Finnish textile artist Ritva Puotila’s company, Woodnotes, is best known for its innovative paper-yarn material, which exploits its country’s sprawling forests. When she decided to branch out into furniture in 2003, the manufacturer turned to another homegrown resource: wunderkind Harri Koskinen, who had designed everything from watches to storage containers and stereo equipment. “They had some well-done cubic pieces,” he recalls, referring to the company’s blocky stools and benches. “But they really were known for their carpets.” The marriage proved auspicious, with the resulting K Chair winning an interior innovation award at the Cologne furniture fair in 2004. Clad in Woodnotes’ distinctive upholstery, the seat is substantial enough for deep lounging yet can be broken down easily for shipping. Here Koskinen discusses the finer points of his K Chair, which made its U.S. debut at this year’s International Contemporary Furniture Fair, where Woodnotes won an editors’ award for its novel approach to materials.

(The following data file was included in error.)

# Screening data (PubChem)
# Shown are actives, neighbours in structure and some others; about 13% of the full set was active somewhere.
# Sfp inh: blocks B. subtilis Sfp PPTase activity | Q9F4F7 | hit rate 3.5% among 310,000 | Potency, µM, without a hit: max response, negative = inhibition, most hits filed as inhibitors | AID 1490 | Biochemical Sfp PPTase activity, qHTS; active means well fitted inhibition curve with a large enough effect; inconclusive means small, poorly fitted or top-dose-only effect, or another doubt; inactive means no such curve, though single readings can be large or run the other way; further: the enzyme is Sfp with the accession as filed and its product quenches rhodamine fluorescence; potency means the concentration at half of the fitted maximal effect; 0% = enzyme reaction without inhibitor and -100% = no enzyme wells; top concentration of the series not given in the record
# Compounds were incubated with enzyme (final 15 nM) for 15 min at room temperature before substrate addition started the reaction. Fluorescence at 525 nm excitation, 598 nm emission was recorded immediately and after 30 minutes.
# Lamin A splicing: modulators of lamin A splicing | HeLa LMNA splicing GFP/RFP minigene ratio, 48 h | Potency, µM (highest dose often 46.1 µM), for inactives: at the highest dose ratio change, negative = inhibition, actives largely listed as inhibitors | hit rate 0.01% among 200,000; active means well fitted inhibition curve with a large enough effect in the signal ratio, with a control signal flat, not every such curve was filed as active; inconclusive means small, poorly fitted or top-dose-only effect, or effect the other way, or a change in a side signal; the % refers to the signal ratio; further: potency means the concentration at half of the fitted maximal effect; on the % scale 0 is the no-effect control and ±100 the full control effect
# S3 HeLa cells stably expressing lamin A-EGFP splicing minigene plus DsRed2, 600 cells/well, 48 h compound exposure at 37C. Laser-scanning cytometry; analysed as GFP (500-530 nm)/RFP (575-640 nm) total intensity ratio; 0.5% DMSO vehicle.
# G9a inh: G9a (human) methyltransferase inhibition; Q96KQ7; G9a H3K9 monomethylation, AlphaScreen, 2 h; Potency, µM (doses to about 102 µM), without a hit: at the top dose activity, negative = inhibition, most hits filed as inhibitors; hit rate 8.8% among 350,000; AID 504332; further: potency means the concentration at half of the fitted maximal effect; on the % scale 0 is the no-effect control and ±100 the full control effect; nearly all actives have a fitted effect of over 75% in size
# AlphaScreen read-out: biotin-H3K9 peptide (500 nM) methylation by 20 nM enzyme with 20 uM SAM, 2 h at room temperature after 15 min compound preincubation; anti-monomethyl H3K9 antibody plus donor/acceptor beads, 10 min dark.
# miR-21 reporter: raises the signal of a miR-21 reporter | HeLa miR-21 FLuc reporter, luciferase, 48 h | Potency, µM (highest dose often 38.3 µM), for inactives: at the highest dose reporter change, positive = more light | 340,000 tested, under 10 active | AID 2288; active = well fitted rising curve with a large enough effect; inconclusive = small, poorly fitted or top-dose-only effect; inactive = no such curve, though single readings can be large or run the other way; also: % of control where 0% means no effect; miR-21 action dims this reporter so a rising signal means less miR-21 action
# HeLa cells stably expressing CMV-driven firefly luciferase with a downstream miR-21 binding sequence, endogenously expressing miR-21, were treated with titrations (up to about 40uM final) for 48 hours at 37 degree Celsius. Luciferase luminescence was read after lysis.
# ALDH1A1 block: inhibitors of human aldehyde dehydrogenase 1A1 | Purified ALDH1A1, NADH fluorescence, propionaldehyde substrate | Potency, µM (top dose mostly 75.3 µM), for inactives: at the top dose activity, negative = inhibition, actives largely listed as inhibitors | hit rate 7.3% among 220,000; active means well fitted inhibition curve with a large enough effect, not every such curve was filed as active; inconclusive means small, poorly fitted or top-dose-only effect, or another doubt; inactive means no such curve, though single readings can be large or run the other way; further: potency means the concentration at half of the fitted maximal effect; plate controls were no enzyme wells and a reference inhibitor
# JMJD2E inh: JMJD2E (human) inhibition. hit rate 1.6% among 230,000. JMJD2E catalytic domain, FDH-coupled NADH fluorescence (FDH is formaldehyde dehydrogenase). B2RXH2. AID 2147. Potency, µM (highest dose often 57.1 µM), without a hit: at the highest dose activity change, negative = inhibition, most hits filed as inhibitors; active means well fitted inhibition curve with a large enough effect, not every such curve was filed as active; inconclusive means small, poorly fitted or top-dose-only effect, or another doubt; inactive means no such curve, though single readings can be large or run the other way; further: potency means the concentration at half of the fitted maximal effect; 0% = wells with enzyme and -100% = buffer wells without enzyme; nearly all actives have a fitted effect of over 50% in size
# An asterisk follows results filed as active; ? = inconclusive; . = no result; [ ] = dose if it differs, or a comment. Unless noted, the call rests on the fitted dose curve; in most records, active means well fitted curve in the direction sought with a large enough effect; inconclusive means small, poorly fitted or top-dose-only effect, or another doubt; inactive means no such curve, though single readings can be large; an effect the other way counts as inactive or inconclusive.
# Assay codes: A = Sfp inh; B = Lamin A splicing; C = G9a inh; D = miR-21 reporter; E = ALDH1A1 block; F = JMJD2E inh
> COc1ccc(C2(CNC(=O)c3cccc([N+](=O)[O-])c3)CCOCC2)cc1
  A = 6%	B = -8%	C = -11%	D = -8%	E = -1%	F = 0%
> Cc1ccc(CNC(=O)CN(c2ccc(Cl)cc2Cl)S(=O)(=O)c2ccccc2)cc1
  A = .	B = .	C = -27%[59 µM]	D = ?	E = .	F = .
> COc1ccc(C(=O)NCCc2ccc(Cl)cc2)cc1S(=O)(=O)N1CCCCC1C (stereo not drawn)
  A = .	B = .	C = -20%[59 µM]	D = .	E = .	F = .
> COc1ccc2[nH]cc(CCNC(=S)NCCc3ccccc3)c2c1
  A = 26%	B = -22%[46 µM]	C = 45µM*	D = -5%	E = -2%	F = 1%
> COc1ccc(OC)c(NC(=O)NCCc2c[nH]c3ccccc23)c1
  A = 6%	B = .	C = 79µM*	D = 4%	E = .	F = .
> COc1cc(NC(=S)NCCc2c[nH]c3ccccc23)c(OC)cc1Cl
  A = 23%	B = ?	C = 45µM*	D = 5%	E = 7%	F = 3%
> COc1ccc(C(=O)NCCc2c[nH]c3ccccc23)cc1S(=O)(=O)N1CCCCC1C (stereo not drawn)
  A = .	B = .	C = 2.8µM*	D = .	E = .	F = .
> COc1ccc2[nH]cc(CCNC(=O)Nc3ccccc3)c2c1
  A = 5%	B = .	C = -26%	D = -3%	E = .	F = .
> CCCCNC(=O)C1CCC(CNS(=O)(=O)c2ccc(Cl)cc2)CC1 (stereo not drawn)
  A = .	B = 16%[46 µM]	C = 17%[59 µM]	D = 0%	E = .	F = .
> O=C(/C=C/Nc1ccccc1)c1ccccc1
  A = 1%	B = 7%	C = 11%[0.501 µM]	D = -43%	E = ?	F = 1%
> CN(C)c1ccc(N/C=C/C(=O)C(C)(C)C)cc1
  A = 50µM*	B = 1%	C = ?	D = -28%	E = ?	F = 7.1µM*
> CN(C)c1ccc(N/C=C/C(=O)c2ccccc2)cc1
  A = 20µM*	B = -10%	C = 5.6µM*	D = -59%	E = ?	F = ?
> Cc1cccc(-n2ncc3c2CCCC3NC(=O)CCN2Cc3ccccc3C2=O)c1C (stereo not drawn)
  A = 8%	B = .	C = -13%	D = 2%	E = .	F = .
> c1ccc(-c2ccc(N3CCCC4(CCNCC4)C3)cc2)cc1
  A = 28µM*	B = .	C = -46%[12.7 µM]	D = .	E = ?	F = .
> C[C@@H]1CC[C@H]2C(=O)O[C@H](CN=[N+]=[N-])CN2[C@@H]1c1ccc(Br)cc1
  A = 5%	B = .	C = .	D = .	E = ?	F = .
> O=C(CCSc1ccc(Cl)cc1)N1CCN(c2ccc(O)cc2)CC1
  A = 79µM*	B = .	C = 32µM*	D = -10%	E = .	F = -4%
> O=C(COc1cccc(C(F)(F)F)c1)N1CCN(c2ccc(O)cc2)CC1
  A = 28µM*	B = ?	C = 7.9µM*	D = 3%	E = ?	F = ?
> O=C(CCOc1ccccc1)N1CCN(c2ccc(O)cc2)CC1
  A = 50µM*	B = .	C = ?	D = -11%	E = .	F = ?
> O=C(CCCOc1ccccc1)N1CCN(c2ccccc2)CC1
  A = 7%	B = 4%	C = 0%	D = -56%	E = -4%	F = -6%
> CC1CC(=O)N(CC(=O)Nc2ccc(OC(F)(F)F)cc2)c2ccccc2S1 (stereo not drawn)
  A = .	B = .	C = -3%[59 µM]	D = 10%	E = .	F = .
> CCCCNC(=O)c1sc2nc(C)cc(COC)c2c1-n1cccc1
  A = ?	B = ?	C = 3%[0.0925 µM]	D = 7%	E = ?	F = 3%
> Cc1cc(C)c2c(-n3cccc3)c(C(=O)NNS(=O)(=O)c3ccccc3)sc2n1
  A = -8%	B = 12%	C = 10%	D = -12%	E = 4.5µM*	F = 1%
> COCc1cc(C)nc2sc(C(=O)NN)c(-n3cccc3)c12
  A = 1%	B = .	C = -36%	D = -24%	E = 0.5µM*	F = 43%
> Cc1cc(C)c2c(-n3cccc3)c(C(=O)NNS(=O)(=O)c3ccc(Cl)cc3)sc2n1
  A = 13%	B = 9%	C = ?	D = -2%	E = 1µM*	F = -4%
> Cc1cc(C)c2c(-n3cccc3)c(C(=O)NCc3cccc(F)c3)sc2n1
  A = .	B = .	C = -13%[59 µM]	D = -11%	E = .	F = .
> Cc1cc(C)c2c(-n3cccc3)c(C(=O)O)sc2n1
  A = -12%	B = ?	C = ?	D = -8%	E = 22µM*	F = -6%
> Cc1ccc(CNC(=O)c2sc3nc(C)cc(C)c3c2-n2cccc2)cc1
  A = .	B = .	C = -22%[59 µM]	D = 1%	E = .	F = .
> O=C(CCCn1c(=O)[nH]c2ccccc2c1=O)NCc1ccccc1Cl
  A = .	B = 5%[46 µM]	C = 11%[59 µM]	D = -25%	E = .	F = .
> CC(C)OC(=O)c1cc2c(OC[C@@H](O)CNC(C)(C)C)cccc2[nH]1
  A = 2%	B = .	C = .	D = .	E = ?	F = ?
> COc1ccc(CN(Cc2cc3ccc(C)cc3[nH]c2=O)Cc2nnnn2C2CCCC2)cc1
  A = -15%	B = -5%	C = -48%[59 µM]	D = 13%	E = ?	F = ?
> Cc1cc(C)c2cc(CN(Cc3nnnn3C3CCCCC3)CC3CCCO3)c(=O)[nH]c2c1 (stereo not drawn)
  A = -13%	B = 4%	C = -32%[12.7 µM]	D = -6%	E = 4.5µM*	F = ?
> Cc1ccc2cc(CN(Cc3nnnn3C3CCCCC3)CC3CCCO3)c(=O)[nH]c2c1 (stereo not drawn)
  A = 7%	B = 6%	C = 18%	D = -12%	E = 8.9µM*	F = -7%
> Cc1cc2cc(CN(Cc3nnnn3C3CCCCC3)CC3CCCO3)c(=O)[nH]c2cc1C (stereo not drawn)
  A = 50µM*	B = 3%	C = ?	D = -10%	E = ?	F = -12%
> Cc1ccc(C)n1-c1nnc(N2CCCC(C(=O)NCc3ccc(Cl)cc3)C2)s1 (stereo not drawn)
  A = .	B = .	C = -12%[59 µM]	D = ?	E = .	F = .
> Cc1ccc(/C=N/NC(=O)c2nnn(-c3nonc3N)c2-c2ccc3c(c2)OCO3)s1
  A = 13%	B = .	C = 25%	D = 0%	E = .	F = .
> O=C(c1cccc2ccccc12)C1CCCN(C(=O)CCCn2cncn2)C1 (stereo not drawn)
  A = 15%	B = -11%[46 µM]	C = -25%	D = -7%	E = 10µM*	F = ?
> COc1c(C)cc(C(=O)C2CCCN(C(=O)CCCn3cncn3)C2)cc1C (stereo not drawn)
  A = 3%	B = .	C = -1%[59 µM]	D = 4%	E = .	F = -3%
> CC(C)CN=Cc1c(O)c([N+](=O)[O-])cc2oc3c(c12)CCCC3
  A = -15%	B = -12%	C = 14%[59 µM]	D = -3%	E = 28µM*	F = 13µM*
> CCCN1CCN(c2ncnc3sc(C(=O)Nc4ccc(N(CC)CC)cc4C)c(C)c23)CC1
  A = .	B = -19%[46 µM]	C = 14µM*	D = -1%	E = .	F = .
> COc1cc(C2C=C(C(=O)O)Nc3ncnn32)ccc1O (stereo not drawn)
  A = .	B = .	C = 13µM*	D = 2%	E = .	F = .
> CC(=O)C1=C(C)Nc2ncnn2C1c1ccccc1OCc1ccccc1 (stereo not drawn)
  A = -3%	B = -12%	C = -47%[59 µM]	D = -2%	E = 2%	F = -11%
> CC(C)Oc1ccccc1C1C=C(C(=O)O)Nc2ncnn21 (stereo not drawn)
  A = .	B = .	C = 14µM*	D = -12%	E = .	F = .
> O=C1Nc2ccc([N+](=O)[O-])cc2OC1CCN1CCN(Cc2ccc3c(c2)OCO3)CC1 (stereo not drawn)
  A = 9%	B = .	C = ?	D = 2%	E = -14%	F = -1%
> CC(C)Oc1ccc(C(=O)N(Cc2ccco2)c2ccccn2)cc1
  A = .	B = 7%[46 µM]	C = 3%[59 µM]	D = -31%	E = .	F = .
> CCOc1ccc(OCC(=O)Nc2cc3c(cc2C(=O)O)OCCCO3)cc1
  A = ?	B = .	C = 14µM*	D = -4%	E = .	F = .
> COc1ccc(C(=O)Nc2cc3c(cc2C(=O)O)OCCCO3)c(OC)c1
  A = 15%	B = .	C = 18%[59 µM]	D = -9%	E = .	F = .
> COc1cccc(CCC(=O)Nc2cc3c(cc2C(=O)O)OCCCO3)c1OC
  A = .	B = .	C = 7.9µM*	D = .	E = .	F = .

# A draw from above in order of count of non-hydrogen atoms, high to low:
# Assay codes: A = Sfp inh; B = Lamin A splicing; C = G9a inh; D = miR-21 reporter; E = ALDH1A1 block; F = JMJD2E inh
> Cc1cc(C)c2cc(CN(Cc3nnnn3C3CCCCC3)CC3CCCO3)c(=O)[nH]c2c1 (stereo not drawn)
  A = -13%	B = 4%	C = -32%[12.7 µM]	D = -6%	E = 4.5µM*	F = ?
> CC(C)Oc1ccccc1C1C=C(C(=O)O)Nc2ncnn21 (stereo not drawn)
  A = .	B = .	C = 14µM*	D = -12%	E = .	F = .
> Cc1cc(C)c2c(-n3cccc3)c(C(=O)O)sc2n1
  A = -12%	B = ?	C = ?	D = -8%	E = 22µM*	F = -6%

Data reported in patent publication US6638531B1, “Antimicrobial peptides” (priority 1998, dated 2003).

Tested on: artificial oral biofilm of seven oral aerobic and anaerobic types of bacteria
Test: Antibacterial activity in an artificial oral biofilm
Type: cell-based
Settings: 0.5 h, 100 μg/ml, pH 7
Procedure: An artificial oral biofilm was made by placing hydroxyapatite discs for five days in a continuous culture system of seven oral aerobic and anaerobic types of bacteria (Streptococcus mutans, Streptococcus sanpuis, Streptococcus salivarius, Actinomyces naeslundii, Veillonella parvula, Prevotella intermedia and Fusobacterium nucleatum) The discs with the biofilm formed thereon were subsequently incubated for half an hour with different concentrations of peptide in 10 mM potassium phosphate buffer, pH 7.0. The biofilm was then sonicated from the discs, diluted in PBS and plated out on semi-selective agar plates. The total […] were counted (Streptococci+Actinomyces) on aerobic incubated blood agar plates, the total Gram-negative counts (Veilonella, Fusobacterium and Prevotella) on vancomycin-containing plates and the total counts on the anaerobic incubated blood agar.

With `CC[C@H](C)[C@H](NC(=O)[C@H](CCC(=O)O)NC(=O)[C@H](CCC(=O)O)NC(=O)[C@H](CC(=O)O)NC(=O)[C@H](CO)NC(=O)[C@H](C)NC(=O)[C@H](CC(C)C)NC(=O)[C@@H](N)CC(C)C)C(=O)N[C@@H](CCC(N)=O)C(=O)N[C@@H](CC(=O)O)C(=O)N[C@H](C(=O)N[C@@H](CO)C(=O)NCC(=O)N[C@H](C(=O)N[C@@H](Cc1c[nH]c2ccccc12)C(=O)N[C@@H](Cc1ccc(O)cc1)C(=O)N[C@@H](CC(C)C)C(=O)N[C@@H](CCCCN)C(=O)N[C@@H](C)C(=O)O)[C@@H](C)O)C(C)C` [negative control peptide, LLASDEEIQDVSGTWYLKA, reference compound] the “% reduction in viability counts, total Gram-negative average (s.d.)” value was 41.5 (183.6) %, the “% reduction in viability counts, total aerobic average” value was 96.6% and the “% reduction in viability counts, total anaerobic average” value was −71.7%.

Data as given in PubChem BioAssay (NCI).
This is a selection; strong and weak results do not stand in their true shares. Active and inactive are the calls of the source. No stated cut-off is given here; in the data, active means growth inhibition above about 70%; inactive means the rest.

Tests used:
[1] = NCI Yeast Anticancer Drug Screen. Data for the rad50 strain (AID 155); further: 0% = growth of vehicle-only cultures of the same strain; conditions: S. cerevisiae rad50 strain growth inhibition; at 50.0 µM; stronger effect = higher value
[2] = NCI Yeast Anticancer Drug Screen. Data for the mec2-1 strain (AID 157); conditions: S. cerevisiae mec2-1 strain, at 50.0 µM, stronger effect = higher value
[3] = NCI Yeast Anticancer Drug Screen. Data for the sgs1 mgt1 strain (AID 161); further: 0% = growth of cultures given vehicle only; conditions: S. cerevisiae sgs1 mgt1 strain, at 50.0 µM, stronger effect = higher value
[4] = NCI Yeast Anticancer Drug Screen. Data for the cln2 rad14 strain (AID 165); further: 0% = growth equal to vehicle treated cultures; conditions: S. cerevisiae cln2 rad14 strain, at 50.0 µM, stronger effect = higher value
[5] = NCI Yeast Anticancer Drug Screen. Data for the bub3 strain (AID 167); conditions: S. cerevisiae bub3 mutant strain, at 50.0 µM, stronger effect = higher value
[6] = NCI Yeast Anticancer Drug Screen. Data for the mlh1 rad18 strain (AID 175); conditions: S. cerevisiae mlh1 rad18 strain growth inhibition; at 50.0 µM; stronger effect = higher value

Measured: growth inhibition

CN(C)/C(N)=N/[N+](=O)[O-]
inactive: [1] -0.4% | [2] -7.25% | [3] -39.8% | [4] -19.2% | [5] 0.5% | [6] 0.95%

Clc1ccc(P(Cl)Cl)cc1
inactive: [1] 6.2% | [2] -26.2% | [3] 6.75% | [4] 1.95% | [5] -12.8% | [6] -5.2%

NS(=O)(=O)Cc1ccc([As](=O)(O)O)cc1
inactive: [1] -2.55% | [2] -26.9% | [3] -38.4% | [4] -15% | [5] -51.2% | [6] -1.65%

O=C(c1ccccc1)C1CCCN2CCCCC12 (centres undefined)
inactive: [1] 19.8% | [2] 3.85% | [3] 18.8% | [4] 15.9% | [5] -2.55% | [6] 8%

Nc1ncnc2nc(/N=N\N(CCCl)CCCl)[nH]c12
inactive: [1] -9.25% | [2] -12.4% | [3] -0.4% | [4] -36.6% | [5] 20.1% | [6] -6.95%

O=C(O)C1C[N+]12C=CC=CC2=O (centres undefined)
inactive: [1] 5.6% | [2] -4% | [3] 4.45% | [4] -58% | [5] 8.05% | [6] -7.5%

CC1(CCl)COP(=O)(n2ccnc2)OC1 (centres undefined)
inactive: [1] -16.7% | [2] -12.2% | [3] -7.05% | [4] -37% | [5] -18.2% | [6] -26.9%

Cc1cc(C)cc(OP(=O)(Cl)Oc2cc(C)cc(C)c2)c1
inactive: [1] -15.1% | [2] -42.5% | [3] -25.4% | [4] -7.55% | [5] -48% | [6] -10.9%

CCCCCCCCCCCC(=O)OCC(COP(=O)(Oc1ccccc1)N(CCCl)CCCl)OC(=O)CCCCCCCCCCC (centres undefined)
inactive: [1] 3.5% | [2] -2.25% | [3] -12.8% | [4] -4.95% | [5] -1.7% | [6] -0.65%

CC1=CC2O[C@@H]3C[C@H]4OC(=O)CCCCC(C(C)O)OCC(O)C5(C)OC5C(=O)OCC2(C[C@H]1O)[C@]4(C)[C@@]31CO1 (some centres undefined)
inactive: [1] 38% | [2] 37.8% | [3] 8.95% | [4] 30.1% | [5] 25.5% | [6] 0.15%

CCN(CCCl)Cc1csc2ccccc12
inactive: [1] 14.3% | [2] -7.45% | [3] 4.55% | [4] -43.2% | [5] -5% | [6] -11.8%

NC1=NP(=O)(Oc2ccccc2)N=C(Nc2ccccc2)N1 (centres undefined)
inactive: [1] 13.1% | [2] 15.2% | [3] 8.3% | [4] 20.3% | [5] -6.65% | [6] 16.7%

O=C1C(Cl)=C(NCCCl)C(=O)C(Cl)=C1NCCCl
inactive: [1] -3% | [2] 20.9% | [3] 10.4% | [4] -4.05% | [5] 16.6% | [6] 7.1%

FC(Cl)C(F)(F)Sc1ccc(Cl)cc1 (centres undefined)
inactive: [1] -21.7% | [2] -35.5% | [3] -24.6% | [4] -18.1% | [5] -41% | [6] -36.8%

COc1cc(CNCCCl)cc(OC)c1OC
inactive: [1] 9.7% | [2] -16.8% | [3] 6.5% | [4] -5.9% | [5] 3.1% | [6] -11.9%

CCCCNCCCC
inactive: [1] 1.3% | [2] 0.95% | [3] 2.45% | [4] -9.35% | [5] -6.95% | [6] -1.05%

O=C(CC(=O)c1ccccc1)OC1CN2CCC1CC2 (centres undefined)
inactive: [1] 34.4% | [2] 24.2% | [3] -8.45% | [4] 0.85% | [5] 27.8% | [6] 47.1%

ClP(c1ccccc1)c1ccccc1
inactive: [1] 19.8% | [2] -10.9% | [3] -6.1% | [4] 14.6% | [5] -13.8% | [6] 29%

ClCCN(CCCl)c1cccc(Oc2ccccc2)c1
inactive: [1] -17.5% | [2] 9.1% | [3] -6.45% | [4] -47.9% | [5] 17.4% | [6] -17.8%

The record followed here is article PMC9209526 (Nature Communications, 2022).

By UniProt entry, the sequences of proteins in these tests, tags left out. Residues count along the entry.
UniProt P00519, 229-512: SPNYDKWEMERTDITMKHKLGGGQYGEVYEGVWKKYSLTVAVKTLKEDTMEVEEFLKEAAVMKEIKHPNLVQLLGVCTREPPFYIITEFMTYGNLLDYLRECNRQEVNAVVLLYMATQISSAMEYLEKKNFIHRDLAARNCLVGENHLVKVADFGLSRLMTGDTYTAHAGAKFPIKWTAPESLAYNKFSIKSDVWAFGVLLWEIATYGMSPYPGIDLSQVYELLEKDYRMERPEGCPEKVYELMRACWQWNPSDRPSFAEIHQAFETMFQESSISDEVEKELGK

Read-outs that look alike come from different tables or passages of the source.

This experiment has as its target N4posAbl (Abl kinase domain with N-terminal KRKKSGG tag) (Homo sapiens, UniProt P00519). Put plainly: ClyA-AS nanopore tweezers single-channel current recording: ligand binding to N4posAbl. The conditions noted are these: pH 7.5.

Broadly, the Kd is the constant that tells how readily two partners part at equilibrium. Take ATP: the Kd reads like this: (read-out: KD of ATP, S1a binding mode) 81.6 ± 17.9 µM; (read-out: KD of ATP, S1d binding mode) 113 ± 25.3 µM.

K comes from the shape of the chair in profile.
The stain-treated upholstery covers—made of 70 percent paper yarn and 30 percent cotton—can be changed to adapt to different decors. The chair is available in six colors.
Layers of fabric and foam form the chair’s complex inner structure, which helps keep the shape and softness.
The frame is made of tubular steel, for a light and rigid construction. The visible parts have a matte chrome finish.
The chair can be disassembled into three parts—the base and two cushions—and packed for shipping by removing the four barely noticeable screws that hold it together.